Spanish Punctuation  

Advanced Spanish Grammar Punctuation

Spanish punctuation is very similar to English punctuation. But there are a few differences. The Vocabulary section of this lesson provides the Spanish punctuation marks and their names. Ones whose use is significantly different than in English are explained below.


In regular text, the period is used essentially the same as in English. However, in numerals a comma is often used instead of a period and vice versa. In U.S. and Mexican Spanish, however, the same pattern as English is often followed.

Existen 200.000.000 insectos por cada ser humano.
There are 200,000,000 insects for every human.


The comma usually is used the same as in English, being used to indicate a break in thought or to set off clauses or words. One difference is that in lists, there is no comma between the last item and the y, whereas in English some writers use a comma before the "and."

El gato es gordo, blanco y negro.
The cat is fat, white and black.


The dash is used most frequently in Spanish to indicate a change in speakers during a dialogue, and thus replacing quotation marks. In English, it is customary to separate each speaker's remarks into a separate paragraph, but that typically isn't done in Spanish.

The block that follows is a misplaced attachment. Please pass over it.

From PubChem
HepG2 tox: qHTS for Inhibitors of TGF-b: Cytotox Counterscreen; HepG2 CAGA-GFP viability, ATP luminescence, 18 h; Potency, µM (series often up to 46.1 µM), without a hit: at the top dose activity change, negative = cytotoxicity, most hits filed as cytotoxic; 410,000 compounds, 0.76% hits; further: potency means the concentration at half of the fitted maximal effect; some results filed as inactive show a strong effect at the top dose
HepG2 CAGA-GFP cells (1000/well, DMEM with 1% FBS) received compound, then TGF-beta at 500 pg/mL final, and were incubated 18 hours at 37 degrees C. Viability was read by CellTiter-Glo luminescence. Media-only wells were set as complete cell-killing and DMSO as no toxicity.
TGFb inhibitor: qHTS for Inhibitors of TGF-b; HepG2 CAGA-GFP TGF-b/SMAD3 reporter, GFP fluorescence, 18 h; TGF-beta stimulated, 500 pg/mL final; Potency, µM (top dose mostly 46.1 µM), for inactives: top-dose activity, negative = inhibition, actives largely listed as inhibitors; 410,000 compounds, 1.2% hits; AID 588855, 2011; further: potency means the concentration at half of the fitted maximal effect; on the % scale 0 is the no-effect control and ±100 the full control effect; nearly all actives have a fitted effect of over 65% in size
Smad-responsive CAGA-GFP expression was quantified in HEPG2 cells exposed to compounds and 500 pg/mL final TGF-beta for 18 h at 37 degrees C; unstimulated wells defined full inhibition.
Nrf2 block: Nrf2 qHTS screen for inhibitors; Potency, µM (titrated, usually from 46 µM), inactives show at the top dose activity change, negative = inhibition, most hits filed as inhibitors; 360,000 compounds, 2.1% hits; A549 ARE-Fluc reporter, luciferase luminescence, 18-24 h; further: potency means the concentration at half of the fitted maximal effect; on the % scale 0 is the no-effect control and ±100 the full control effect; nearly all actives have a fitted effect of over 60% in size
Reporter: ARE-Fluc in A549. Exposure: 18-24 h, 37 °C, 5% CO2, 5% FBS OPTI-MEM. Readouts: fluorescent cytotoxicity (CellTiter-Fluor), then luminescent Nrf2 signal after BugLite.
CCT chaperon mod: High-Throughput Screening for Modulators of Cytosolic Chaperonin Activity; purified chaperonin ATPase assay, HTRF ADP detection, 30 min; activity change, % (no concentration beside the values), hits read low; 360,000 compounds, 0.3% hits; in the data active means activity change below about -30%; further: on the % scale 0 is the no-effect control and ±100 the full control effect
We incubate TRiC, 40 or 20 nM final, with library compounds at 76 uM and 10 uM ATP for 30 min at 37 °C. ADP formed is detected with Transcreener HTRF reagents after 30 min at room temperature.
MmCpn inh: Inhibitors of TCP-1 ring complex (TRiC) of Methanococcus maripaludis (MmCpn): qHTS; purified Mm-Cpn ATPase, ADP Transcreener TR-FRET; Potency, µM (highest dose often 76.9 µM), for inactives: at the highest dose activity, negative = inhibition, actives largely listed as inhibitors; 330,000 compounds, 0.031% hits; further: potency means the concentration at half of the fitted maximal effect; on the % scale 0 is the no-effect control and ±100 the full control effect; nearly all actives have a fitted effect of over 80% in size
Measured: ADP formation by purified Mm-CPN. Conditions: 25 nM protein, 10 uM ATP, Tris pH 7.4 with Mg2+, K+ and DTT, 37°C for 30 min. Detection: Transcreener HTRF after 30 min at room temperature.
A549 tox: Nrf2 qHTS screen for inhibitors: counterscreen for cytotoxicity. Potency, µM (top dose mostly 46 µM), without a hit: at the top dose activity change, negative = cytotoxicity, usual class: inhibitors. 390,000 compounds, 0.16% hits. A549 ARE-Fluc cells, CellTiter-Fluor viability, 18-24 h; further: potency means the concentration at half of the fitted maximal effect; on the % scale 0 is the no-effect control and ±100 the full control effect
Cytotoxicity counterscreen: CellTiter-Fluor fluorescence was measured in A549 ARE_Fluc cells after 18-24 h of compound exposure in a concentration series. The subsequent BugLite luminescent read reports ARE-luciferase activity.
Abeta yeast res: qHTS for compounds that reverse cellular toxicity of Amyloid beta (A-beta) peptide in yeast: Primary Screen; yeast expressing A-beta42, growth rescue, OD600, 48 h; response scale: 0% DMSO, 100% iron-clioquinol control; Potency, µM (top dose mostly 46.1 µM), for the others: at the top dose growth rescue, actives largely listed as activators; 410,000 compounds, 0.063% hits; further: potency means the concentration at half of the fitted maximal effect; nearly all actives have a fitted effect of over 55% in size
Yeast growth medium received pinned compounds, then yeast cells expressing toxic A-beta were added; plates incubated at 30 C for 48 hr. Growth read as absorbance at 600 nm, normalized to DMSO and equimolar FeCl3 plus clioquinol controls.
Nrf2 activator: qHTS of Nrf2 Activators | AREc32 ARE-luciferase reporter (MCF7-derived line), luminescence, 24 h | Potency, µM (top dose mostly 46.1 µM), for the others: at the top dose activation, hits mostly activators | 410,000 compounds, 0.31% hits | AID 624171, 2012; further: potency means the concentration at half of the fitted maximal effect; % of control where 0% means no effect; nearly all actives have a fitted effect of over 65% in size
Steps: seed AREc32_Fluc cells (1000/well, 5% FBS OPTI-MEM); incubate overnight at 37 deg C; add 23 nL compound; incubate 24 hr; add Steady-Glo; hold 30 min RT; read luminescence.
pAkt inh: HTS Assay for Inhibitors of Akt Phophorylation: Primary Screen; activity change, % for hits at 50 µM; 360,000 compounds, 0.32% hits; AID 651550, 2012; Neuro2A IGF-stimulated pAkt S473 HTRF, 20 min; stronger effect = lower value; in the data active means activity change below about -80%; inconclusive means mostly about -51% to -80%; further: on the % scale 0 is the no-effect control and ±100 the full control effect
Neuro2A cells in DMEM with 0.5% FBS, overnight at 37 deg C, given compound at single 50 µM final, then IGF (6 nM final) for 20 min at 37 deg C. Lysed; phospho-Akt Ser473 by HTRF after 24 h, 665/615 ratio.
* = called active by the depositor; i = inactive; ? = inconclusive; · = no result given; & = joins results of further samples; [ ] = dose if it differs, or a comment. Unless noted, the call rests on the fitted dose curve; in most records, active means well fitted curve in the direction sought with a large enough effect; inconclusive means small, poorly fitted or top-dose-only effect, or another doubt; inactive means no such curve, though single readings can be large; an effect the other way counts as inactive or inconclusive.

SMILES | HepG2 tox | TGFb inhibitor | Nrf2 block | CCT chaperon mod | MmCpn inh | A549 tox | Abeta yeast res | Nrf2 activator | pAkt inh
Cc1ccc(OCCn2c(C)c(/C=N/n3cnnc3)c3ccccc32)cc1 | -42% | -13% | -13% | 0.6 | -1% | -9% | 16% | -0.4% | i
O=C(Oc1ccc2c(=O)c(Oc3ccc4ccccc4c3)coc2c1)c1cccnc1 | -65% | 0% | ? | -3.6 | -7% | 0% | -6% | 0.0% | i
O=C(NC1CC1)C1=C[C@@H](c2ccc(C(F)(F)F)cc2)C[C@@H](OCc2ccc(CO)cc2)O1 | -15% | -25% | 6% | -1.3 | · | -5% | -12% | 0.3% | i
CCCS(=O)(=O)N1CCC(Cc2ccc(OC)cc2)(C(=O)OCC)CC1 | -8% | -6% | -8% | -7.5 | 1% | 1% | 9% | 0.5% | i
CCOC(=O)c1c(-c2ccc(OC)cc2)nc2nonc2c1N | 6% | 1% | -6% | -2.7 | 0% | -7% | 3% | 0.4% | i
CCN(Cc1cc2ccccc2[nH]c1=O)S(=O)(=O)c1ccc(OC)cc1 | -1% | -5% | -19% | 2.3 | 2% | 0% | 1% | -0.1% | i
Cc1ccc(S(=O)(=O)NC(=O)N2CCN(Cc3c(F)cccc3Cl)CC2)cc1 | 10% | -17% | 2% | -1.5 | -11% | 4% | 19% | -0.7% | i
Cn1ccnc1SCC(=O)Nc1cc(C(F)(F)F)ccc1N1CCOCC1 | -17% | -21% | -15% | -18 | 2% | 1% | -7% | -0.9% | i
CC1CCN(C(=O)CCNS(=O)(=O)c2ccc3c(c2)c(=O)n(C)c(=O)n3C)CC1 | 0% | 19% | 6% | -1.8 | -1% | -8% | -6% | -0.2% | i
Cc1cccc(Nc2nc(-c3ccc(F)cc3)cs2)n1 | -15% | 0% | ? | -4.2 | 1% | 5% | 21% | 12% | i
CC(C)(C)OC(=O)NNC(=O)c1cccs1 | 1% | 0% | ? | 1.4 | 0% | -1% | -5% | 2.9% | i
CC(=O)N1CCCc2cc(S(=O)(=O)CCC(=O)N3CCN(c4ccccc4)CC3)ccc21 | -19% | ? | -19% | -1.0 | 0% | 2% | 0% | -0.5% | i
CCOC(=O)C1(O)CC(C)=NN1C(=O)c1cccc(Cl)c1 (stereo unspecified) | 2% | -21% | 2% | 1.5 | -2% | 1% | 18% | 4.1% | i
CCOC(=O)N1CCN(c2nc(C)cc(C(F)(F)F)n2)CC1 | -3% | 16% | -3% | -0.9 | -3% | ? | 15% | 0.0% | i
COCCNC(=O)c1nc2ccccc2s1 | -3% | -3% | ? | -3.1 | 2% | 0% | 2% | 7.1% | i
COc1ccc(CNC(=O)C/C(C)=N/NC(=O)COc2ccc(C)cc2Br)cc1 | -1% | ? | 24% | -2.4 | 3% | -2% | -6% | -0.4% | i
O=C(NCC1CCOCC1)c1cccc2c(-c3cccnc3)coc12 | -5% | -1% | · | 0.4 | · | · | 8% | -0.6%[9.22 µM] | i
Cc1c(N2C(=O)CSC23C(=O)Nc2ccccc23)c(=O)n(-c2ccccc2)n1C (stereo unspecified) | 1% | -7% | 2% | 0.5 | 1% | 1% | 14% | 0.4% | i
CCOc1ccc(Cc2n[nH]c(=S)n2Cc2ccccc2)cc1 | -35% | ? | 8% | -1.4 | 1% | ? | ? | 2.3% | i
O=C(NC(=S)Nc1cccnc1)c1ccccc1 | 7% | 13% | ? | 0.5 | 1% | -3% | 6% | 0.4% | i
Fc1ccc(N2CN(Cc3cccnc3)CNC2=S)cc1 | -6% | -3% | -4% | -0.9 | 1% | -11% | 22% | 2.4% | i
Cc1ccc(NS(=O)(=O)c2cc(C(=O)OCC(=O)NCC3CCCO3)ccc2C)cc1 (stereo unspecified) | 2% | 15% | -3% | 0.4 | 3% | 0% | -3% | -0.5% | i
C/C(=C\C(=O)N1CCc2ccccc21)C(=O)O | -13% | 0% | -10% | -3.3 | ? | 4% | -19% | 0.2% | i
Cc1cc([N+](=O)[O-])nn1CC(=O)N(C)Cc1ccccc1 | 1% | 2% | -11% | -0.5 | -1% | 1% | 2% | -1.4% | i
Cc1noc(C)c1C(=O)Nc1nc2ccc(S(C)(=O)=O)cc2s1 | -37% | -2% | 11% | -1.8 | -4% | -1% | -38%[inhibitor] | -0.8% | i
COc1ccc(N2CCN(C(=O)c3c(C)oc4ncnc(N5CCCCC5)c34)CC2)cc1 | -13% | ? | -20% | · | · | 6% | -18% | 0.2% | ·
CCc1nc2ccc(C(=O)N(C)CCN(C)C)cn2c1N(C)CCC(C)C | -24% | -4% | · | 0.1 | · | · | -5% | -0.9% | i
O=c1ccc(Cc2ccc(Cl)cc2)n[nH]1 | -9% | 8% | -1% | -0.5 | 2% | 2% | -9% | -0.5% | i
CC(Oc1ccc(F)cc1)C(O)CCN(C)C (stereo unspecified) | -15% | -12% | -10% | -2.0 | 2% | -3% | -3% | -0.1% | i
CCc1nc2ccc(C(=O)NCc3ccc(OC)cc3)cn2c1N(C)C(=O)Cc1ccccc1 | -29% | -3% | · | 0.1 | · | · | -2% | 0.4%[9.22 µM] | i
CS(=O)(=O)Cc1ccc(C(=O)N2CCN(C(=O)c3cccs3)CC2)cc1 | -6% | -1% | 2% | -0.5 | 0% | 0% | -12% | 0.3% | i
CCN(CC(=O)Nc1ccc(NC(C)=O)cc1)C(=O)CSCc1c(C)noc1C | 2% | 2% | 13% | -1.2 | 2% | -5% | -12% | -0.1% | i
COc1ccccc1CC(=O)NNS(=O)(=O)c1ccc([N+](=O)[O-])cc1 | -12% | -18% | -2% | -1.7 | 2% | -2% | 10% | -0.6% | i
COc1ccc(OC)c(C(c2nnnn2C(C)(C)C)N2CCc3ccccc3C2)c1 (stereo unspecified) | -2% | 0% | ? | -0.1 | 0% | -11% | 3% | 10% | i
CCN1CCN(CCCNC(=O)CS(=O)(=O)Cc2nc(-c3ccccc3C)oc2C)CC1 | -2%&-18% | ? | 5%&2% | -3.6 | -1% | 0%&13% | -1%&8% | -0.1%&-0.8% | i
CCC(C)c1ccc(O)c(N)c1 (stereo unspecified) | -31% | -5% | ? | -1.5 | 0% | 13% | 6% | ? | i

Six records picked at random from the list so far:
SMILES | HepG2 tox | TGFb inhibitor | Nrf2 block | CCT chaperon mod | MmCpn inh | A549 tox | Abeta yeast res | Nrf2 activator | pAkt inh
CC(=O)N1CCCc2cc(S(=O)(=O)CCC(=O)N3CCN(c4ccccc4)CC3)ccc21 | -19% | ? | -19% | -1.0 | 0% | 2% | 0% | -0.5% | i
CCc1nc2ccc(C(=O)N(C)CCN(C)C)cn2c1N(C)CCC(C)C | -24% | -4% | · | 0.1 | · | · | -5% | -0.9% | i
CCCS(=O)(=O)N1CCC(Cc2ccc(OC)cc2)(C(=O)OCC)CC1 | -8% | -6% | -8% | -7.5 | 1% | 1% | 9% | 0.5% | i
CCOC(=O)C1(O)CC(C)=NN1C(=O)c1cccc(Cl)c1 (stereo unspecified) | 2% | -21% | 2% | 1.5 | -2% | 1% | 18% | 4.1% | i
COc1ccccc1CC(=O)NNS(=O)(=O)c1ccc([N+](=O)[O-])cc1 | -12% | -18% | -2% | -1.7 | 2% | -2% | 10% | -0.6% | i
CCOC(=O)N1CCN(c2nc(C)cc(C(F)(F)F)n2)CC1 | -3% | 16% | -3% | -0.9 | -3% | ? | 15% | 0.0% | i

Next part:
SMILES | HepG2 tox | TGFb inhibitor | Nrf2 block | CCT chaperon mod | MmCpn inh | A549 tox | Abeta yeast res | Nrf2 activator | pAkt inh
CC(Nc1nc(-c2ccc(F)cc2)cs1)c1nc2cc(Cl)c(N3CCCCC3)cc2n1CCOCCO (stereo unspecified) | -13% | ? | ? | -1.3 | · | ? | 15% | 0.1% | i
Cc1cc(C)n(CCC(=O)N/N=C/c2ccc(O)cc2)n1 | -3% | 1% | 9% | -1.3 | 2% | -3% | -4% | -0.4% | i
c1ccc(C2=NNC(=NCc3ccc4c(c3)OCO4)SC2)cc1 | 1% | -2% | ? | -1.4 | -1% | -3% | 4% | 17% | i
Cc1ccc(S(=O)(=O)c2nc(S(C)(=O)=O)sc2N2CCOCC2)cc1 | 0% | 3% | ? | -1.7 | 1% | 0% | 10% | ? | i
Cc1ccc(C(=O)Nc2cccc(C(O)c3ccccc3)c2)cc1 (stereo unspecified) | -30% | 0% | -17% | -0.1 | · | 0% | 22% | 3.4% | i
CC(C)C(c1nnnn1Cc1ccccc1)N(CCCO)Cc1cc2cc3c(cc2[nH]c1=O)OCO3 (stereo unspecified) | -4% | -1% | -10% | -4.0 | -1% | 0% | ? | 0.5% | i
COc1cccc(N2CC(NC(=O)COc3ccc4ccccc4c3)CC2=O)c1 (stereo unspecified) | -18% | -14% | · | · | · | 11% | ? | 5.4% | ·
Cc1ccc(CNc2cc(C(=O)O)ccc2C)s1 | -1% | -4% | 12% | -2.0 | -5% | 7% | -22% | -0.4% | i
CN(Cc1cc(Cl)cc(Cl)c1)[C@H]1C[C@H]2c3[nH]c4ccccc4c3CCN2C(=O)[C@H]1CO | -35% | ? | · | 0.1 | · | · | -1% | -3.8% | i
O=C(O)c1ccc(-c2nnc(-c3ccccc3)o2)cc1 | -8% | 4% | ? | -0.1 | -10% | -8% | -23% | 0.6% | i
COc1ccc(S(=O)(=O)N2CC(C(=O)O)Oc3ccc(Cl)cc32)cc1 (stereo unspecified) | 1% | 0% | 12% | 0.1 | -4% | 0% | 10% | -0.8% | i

— Cómo estás? — Muy bien ¿y tú? — Muy bien también.
"How are you?"
"I'm fine. And you?"
"I'm fine too."

Angled Quotation Marks

The angled quotation marks and the English-style quotation marks are the equivalent. The choice is primarily a matter of regional custom or the capabilities of the typesetting system. The angled quotation marks are more common in Spain than in Latin America.

The main difference between the English and Spanish uses of quotation marks is that sentence punctuation in Spanish goes outside the quote marks, while in American English the punctuation is on the inside.

Quiero leer "Romeo y Julieta".
I want to read "Romeo and Juliet."

Quiero leer «Romeo y Julieta».
I want to read "Romeo and Juliet."

Question Marks

In Spanish, question marks are used at the beginning and the end of a question. If a sentence contains more than a question, the question marks frame the question only.

Si no te gusta la comida, ¿por qué la comes?
If you don't like the food, why are you eating it?

Exclamation Marks

Exclamation points are used in the same way that question marks are except to indicate exclamations instead of questions. Exclamation marks are also sometimes used for direct commands. If a sentence contains a question and an exclamation, it is OK to use one of the marks at the beginning of the sentence and the other at the end.

Vi la película la noche pasada. ¡Qué susto!
I saw the movie last night. What a fright!

¡Qué lástima, estás bien?
What a pity, are you all right?

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